Propaganda won’t stop terrorist attacks
I have not met many who shed tears over the execution of Makaburi in Mombasa 10 days ago; nor have I heard much disagreement as to who was behind his death.
Comforting too for the government is that most Kenyans approve of this killing and feel it is a proportionate response to the Likoni attack and the persistent threats coming from Masjid Musa.
When the State appears to act tough, it gets public approval and its popularity rises. Few want to hear complaints about human rights violations or constitutional provisions.
We are told that we live in exceptional times so the rule of law does not fully apply.
State House messenger Eric Ng’eno claimed in this newspaper on Tuesday that ‘Makaburi was a beneficiary of disgustingly generous constitutional protection, to the extent that he was a decree holder against the government’.
When Mr Ng’eno treats the Constitution with such utter contempt, you worry that his views may represent those of his boss.
When war on terrorism is declared, propaganda is the first weapon and truth the first victim. When six worshippers were brutally murdered in Likoni, the police claimed that they later killed two suspects without ever displaying the bodies or revealing their identities. Where is the truth?
I abhor all violence and every killing and believe that criminals should be punished and the public protected from them.
Ultimately, it is smart intelligence, thorough investigations coupled with good security and not brute force that will win the hearts and minds of the public and defeat the criminals.
Last Friday, threats coming from Masjid Musa were terrifying, advising worshippers to slit the throat of every kafiri neighbour.
Yet, instead of pursuing these malicious inciters and arresting those behind the Likoni killings, the security machinery blames civil society organisations. Talk about ‘shooting the messenger’.
QUESTION OF VALUES
I support tough, professional measures to fight criminals, but when you criminalise and demonise a community instead of fighting the criminals you are losing the plot.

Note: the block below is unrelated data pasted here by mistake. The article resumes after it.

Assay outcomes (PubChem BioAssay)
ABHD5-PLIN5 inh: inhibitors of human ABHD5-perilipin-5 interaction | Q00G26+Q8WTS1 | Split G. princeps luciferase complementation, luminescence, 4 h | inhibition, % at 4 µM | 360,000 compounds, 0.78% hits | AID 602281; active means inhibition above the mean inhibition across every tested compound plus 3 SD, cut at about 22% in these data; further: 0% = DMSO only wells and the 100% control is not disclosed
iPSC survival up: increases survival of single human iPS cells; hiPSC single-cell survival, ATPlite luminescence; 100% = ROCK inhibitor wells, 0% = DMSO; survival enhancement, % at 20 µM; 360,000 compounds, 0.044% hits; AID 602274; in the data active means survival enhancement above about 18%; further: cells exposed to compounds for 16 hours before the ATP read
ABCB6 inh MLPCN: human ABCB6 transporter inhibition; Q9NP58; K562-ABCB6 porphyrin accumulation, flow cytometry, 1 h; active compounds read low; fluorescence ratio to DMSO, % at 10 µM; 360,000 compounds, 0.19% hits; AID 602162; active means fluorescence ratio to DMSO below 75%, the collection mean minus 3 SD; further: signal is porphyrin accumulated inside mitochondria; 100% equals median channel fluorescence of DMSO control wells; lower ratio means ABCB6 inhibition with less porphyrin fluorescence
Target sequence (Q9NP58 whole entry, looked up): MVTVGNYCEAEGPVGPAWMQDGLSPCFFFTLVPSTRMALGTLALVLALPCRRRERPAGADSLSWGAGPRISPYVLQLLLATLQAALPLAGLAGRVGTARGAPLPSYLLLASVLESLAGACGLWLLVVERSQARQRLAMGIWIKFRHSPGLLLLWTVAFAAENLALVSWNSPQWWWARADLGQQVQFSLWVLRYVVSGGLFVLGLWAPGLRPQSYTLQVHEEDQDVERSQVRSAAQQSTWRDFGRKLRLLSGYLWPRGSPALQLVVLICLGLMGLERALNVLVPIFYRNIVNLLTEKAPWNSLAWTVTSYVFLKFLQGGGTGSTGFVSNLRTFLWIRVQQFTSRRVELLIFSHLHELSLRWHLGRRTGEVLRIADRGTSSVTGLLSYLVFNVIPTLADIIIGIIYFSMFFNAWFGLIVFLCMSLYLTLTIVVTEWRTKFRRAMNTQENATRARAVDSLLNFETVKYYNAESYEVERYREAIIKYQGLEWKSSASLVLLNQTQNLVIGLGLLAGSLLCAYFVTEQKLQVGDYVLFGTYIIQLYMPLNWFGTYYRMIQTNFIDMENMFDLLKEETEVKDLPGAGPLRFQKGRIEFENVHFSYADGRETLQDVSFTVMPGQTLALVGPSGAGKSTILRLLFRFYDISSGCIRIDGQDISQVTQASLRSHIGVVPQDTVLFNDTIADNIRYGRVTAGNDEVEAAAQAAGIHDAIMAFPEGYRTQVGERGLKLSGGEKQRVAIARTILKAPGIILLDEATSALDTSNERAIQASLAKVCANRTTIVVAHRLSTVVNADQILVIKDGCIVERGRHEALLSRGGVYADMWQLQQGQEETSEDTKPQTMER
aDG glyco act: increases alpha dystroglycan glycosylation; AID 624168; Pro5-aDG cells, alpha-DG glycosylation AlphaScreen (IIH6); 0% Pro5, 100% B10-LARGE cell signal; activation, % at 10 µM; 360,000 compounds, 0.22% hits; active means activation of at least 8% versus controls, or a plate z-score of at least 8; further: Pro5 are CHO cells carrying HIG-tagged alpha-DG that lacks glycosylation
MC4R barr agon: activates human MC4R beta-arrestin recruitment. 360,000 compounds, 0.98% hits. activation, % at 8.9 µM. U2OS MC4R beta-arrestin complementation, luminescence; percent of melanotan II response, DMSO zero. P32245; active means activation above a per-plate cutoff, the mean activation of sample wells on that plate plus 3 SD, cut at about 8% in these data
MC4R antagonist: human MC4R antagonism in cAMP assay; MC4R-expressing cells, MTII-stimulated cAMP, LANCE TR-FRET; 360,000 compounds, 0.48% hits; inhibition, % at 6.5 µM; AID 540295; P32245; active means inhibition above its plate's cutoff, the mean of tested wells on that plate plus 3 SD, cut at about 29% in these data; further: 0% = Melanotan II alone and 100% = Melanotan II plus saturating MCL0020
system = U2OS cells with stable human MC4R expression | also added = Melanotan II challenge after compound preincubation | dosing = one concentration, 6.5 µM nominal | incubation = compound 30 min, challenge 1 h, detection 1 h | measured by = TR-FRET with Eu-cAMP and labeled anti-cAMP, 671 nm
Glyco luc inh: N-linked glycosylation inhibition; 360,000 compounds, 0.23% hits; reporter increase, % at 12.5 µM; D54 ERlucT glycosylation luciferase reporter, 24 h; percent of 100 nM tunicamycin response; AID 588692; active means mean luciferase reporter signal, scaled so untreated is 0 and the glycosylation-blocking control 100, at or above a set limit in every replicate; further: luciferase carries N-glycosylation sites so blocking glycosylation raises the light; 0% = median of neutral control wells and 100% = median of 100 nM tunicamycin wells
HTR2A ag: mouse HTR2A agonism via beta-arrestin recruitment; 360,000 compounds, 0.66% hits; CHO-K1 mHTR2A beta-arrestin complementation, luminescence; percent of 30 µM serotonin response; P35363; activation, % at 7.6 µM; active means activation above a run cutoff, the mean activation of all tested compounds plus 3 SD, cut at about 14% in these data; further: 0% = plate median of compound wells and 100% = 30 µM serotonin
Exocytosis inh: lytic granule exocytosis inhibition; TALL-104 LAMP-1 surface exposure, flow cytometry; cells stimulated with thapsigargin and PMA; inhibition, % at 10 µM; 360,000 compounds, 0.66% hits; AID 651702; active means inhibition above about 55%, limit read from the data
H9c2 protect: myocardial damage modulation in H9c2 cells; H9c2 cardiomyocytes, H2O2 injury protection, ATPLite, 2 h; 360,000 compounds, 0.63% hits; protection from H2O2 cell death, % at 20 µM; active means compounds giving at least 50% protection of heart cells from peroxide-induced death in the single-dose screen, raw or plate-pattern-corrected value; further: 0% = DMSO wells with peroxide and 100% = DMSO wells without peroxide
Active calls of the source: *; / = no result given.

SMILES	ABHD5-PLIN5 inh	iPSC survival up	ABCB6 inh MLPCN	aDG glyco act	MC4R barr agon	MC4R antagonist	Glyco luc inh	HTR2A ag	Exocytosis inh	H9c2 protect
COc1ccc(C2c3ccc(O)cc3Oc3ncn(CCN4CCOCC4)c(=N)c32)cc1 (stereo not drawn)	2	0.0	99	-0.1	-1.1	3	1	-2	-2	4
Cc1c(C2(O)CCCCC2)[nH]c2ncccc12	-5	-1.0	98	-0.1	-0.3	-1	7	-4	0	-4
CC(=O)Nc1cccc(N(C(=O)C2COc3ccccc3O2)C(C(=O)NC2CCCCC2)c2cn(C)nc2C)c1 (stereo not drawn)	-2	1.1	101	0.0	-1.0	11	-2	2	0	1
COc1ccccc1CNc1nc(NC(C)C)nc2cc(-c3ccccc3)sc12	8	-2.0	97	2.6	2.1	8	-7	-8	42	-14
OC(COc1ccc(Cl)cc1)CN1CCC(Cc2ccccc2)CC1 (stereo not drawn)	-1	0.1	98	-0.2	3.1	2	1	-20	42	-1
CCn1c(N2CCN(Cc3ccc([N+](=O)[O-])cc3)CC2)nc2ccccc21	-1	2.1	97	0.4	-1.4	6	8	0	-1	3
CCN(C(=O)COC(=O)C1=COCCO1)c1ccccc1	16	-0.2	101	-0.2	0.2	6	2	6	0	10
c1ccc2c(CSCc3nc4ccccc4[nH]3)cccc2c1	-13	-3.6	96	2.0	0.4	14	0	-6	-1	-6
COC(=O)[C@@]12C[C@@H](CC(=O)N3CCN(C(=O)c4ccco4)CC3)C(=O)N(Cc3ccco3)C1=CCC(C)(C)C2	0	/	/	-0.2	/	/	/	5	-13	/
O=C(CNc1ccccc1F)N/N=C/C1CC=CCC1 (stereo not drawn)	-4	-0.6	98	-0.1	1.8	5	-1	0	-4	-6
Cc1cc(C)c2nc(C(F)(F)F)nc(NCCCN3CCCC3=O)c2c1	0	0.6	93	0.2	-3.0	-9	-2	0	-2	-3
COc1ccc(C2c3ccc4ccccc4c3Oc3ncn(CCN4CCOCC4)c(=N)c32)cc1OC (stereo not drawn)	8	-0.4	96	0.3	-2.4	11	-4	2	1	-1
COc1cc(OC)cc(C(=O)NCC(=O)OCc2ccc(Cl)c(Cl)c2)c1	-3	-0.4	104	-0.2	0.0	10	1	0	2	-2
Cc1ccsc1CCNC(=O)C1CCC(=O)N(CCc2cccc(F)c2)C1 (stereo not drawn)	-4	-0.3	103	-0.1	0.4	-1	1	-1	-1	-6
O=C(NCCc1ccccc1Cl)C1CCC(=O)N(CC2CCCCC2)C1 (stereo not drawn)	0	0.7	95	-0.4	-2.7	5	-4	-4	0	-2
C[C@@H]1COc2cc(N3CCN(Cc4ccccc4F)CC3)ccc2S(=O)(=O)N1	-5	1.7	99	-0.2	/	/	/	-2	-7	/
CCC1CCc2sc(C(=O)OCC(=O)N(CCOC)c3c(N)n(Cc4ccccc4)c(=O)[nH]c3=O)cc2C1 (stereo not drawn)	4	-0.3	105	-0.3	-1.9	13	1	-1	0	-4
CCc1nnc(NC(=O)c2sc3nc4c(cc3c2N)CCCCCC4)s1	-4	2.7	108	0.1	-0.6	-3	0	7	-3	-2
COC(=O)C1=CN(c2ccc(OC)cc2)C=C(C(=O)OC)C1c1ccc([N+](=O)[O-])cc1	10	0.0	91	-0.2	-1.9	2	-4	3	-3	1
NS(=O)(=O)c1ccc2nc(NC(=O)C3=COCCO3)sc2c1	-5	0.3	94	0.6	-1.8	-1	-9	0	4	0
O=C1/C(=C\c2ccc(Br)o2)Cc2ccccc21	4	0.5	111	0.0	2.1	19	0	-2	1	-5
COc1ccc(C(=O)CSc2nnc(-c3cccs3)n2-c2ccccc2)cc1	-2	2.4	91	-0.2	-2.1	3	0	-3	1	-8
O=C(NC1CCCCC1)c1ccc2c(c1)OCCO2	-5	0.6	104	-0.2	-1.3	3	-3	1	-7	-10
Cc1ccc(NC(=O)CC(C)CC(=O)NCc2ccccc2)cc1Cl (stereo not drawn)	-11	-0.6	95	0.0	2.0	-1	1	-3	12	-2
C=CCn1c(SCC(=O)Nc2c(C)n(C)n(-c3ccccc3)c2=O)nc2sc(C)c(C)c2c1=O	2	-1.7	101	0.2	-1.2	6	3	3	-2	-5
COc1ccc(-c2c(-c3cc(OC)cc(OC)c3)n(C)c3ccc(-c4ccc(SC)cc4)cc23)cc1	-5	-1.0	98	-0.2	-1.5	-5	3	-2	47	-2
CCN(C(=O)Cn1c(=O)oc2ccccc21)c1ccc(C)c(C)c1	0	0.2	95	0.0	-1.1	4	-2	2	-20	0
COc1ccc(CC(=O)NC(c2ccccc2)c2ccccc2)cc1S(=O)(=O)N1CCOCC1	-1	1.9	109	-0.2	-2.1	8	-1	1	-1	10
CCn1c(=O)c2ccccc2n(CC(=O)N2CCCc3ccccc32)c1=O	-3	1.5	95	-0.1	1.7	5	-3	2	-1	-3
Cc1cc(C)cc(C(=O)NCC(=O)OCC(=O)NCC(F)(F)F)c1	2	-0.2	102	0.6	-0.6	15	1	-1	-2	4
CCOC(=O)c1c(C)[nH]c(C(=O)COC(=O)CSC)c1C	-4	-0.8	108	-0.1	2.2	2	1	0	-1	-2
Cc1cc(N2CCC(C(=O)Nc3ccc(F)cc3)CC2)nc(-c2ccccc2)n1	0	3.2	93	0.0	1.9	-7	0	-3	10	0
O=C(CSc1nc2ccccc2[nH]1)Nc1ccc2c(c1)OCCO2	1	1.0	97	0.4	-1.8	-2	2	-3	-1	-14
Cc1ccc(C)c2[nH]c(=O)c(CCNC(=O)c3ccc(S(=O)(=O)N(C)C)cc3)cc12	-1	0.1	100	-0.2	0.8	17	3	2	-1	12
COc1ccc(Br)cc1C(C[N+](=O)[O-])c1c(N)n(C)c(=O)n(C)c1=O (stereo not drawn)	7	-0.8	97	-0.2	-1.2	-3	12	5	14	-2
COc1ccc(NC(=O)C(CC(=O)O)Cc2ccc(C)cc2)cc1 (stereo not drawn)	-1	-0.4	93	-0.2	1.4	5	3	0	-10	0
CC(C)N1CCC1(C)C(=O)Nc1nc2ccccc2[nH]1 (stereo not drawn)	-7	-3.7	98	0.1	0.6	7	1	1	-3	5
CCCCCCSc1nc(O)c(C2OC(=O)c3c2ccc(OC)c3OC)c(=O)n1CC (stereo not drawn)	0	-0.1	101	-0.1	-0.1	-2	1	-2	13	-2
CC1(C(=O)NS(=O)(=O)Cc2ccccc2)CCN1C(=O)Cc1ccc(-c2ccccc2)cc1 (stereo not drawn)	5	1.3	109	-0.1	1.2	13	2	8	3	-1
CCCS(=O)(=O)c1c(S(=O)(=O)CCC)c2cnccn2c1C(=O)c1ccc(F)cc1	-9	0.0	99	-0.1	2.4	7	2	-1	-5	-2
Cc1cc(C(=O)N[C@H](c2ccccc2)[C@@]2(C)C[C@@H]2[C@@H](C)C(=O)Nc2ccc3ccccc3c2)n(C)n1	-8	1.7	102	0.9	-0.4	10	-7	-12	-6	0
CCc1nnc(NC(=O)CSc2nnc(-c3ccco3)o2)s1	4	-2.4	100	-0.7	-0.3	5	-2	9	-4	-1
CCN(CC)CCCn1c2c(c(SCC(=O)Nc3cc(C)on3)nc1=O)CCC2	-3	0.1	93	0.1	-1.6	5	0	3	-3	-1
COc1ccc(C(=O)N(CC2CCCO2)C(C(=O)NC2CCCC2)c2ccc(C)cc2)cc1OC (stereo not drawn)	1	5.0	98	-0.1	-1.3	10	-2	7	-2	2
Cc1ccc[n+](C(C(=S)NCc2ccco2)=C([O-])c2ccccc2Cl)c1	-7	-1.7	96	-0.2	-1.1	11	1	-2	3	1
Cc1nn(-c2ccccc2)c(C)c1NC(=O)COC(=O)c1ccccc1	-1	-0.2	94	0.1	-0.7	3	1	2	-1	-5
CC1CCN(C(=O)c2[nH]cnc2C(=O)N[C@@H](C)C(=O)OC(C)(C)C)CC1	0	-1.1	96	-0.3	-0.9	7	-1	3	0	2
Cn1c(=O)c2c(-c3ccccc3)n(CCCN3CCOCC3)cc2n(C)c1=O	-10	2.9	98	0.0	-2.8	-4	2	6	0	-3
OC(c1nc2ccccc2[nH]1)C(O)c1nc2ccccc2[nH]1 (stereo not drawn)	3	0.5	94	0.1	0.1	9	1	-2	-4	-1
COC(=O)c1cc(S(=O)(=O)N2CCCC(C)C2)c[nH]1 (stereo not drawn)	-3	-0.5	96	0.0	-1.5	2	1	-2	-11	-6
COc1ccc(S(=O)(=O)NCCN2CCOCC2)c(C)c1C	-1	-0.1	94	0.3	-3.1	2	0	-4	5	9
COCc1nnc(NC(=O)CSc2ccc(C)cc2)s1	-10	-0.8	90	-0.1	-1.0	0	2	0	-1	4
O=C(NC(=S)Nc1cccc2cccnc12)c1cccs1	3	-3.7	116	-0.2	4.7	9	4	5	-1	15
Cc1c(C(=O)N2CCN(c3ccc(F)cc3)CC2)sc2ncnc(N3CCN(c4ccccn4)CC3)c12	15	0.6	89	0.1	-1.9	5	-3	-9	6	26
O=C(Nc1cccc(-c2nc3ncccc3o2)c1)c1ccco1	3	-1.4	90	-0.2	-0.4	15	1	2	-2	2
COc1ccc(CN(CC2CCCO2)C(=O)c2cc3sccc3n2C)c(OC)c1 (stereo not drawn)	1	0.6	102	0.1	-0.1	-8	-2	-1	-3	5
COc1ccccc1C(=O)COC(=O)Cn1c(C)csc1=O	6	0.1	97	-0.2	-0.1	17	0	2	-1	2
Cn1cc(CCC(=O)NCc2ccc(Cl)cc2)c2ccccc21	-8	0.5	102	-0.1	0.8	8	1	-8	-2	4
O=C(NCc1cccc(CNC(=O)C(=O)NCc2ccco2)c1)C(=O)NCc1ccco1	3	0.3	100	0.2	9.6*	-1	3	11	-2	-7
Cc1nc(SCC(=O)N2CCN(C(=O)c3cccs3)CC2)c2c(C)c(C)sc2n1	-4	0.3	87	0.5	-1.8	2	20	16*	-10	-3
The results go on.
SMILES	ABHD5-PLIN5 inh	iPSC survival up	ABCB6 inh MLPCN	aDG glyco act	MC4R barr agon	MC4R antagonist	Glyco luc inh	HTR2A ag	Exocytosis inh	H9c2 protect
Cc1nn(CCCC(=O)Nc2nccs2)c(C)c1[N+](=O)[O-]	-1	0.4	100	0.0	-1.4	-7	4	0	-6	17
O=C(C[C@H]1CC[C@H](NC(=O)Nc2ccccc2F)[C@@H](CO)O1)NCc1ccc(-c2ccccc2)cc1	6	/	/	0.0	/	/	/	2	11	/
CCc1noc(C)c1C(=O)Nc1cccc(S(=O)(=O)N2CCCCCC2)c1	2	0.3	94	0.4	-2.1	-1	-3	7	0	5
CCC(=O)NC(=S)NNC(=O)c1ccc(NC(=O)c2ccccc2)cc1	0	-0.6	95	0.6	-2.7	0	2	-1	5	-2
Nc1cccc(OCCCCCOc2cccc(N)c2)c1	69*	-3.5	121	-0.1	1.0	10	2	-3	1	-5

Every move coming from internal security shows a shocking lack of intelligence, professionalism and competence.
It is just a series of knee-jerk reactions that may temporarily fool the public, but not solve the problems. Worse still, it may play into the hands of those determined to cause terror and set religions against each another.
The sight of old women herded onto lorries in Eastleigh like cattle, and the images of hundreds of internees kept in cages like wild animals in the stadium was reminiscent of colonial internment and is a strategy doomed to failure.
The Somali have suffered just as much from Al-Shabaab as Kenyans and deporting aliens will not lead to the capture of the murderers.
Human rights law is not soft on criminals, but puts the onus on the State to do investigation and to protect the nation.
But human rights law is also smart law as it offers the best way forward to address conflict and violence and ensures that the right people are incarcerated without demonising religions or communities.
Despite propaganda to the contrary, it is only proper adherence to the rule of law that will restore stability and security in the country.
By: Gabriel Donal